Saturday, April 20, 2019

Unspeakable tragedy.

Now we were past the most dangerous part of our journey, leaving the Comanche country and entering the domain of the Ute Indians and other tribes, who were not as brave as the Arapahoes and Comanches. Here our caravan-formation was broken up and each outfit traveled separately at its own risk.

The next day we witnessed a most horrible and distressing sight. Willingly would I surrender several years of my allotted lifetime on earth if I could thereby efface forever the awful impression of this pitiful tragedy from my memory. Alas I that I was fated to behold the shocking sight! For days thereafter we plodded on, a sad-looking, sober, downhearted lot of men, grieved to distraction, and there I left the innocence of boyhood—wiser surely, but not better! We neared the still smoking ruins of what had once been a happy home. As I approached to gratify my curiosity, I met several of my companions, who were returning and who implored me not to go nearer. An old Mexican, ignorant, rough, and callous as he was, begged me, with tears streaming down his face, to retrace my steps. Alas, when would impulsive youth ever listen to wise counsel and take heed! I entered the ruins and saw a dark telltale pool oozing forth from under the door of a cellar. Oh, had I but then overcome my morbid curiosity and fled! But no! I must needs open the door and look in. I saw—I saw a beautiful whiskey barrel, its belly bursted and its head stove in!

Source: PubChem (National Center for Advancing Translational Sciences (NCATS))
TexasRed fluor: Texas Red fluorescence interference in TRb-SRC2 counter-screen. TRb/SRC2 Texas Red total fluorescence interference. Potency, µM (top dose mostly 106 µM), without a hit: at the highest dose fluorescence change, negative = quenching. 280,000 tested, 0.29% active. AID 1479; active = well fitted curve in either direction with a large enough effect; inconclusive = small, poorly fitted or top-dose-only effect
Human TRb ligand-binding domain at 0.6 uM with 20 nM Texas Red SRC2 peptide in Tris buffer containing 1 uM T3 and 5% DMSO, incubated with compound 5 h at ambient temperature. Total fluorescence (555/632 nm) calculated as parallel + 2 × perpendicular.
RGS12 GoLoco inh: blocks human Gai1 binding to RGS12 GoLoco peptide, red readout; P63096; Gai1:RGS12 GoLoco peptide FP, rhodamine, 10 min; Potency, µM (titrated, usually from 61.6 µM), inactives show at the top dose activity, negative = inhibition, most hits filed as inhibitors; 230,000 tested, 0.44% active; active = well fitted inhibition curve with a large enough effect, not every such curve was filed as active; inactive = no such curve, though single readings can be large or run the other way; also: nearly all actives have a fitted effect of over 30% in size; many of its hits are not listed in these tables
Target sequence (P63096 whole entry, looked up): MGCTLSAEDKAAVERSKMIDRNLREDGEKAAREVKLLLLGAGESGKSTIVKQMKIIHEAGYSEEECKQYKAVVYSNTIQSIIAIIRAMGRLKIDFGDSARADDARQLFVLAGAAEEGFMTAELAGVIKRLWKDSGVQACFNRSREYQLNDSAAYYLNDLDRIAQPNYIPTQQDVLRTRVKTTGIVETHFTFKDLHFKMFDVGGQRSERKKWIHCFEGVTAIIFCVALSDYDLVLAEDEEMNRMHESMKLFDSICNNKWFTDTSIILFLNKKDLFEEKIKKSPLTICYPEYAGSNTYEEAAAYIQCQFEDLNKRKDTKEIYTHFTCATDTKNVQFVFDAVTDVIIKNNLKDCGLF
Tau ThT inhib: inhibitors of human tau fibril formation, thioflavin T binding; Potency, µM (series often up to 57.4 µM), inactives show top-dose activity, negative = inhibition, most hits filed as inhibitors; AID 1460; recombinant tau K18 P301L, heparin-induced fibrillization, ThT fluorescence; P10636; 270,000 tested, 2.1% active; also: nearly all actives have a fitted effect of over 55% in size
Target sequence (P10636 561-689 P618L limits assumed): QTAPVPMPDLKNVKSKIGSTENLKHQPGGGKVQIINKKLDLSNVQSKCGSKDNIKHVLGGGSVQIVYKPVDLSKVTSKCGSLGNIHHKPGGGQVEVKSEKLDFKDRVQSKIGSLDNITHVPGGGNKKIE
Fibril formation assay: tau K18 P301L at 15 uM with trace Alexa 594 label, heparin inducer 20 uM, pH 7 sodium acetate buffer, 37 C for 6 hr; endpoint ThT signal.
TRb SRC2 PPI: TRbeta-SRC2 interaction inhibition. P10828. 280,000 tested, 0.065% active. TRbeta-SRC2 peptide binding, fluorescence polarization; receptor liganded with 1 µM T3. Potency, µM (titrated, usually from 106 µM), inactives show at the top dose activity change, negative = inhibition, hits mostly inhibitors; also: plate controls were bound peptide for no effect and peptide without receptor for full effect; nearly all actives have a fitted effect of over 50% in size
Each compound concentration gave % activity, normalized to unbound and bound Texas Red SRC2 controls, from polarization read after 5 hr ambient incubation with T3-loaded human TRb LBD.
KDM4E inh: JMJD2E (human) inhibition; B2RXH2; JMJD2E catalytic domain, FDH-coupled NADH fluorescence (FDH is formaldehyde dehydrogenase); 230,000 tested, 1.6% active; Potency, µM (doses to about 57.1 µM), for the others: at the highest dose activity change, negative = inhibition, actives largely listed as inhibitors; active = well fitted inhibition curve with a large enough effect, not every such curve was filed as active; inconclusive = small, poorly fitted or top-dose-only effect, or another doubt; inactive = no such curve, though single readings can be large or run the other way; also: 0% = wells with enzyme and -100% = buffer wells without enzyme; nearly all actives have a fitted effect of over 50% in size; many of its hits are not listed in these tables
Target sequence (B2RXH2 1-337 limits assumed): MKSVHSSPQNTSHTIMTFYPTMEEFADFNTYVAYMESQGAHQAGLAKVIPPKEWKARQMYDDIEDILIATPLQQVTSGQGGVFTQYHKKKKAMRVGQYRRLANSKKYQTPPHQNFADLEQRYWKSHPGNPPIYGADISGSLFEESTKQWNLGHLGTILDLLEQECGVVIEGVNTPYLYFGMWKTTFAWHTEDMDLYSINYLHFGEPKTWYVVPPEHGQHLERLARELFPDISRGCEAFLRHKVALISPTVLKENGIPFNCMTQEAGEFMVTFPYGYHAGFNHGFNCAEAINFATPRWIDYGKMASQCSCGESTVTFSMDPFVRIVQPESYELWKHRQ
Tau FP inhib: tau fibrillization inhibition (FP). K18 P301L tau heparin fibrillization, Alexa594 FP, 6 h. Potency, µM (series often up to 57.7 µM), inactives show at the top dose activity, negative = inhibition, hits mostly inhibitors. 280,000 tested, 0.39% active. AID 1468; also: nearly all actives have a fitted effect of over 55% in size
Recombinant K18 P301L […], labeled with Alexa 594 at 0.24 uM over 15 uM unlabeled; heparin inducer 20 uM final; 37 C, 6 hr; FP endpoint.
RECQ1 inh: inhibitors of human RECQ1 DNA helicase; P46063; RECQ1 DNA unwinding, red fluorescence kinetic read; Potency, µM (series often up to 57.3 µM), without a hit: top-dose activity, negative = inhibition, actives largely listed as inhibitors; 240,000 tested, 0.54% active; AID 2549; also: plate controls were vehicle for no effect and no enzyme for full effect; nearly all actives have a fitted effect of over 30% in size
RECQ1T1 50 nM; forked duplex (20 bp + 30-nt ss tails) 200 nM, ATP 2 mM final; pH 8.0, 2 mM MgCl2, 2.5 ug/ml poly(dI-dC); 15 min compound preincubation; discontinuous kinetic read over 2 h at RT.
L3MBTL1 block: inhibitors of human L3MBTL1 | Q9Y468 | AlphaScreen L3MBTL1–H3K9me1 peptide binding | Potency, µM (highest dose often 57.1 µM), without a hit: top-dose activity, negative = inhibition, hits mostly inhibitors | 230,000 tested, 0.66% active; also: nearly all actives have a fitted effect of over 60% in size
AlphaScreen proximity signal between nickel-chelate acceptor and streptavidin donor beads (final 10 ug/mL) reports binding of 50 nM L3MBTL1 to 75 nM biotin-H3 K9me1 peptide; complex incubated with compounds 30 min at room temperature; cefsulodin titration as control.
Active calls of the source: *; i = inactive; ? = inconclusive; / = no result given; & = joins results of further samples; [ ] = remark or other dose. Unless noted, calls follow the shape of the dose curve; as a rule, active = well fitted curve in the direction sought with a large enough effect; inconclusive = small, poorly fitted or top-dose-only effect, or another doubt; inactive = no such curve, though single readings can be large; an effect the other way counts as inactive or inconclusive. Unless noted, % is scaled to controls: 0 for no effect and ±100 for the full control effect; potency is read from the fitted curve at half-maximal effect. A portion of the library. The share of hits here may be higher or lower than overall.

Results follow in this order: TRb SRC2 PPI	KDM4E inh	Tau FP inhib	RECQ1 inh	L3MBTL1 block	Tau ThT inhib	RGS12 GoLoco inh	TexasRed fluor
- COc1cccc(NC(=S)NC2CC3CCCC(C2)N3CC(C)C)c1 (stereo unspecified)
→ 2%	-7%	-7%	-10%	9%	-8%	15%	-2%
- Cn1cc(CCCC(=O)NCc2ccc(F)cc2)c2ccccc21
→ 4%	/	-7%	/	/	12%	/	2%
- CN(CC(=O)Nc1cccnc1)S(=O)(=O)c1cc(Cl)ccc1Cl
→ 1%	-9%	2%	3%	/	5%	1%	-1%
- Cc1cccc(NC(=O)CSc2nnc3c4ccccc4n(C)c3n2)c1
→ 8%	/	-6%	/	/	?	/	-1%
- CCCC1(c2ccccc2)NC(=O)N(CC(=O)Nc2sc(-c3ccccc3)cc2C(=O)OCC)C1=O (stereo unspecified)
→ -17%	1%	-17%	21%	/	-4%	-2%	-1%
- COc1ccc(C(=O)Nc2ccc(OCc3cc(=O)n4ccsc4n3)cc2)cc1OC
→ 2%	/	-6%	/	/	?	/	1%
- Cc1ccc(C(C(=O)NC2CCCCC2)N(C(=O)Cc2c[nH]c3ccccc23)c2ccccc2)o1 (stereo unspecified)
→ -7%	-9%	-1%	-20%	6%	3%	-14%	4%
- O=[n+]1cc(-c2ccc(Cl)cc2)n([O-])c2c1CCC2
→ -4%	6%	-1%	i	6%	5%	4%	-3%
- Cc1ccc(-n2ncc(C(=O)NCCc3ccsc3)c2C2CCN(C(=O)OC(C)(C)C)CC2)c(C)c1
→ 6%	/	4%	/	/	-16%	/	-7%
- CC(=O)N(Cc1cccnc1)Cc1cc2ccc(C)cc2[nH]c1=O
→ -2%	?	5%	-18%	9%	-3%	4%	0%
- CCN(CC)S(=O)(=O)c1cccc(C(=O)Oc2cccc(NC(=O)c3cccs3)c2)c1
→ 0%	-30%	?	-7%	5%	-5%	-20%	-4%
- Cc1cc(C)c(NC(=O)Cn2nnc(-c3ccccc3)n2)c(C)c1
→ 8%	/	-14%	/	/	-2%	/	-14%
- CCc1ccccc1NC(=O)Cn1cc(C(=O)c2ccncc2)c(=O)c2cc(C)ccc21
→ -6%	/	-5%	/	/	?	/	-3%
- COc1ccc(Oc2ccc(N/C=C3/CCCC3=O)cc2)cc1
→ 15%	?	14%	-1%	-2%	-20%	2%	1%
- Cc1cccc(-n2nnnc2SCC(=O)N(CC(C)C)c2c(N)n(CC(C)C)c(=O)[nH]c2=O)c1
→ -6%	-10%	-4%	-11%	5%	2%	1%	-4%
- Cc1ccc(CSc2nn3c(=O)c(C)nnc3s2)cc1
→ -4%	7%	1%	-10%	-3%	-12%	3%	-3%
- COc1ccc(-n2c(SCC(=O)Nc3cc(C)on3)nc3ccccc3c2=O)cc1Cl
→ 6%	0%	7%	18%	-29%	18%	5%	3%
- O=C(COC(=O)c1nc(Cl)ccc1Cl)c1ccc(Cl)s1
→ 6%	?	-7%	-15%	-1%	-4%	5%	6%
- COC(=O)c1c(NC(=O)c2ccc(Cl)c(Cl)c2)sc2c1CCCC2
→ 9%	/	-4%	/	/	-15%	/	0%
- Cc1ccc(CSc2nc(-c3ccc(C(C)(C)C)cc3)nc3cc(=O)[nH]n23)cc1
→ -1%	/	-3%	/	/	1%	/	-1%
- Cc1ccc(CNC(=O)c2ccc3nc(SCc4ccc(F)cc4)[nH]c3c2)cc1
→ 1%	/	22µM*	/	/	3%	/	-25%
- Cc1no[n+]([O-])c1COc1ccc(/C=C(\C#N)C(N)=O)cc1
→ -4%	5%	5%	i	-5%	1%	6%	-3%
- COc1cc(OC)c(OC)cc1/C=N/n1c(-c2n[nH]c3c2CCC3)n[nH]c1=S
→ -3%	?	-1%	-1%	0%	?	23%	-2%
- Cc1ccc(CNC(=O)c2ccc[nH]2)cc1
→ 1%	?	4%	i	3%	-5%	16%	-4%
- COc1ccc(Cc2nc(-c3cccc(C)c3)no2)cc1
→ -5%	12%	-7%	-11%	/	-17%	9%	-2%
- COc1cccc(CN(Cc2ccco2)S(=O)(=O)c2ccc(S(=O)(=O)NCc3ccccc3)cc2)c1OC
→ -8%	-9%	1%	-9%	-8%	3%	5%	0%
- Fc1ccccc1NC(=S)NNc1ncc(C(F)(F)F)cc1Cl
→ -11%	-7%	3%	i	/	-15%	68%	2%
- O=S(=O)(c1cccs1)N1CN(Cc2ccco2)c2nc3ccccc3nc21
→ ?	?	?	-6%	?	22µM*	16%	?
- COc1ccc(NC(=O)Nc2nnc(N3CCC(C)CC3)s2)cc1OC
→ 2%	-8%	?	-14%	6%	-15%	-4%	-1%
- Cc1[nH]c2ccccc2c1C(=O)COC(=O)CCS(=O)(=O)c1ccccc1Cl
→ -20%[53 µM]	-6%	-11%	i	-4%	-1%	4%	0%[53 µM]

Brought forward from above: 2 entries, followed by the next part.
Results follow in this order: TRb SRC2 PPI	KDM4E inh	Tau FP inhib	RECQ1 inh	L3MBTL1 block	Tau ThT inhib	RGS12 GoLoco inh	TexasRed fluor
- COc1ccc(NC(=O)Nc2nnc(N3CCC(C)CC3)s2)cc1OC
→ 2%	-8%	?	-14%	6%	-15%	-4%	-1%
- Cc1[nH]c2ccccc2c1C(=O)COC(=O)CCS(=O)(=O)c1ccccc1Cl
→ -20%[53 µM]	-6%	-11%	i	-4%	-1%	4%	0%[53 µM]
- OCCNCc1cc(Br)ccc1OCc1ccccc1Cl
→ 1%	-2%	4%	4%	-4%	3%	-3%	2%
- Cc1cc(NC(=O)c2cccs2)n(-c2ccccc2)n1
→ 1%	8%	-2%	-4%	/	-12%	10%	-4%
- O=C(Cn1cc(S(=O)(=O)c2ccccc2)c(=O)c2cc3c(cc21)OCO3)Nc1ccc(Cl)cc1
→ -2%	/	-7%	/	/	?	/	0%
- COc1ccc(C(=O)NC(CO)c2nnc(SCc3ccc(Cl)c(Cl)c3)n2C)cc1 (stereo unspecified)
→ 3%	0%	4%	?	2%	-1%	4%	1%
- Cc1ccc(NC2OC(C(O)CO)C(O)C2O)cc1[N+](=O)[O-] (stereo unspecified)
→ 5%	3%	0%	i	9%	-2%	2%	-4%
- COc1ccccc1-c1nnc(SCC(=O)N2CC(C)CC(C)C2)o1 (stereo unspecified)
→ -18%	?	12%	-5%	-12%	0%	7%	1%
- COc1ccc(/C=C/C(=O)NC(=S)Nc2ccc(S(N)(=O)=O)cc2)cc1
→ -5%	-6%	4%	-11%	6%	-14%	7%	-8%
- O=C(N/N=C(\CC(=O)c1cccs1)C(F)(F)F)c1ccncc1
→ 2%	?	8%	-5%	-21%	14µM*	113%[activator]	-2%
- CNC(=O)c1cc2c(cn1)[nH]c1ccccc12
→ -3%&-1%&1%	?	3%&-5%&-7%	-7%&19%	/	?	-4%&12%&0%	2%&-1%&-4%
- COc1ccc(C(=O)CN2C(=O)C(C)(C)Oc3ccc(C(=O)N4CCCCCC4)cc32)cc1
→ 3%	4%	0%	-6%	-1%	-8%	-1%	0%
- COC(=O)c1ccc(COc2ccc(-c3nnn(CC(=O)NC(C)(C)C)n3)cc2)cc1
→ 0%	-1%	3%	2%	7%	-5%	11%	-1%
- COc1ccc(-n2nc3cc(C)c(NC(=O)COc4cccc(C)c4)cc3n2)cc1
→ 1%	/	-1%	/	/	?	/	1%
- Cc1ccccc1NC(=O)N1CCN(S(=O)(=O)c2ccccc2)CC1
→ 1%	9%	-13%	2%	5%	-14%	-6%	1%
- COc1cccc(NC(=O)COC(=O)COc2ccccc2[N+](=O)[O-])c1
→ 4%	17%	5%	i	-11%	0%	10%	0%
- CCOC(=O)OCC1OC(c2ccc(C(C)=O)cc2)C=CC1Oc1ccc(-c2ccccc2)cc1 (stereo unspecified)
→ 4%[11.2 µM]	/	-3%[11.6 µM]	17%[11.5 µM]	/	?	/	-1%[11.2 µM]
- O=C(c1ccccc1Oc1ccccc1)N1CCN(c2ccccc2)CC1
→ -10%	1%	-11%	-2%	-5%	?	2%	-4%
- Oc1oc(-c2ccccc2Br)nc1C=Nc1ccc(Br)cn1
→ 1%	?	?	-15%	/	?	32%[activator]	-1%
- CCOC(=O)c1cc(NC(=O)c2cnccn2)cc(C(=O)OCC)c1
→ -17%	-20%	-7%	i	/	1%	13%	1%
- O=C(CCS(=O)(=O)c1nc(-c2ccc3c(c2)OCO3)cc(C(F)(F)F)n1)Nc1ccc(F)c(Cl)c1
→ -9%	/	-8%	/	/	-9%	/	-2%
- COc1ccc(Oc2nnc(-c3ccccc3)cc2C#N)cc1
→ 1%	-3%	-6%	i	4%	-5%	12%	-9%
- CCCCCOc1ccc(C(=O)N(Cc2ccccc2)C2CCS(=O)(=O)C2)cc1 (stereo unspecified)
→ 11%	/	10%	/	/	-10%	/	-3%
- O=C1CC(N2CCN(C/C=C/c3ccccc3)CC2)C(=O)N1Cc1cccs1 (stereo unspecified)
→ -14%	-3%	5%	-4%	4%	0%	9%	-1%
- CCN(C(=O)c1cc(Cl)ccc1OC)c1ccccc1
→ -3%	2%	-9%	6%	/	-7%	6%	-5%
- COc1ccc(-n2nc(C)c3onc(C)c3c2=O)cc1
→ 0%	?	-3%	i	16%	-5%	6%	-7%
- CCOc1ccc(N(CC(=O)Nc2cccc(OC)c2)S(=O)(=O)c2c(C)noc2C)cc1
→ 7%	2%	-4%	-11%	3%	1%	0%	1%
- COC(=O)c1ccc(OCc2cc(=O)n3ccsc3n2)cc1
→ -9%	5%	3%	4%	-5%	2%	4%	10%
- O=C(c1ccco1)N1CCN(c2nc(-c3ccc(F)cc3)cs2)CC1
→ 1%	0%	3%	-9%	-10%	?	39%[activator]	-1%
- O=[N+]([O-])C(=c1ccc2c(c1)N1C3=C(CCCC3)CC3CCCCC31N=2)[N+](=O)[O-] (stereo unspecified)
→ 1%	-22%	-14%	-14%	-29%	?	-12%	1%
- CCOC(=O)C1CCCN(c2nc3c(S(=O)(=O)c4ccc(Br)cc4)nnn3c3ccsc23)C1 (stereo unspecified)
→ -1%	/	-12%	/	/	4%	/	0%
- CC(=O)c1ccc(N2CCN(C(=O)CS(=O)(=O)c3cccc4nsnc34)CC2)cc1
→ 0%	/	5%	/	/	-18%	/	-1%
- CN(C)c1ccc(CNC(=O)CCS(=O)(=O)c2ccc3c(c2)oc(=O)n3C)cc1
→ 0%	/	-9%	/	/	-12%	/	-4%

Tales of Aztlan, The Romance of a Hero of our Late Spanish-American War, Incidents of Interest from the Life of a western Pioneer and Other Tales." By George Hartmann, 1908.

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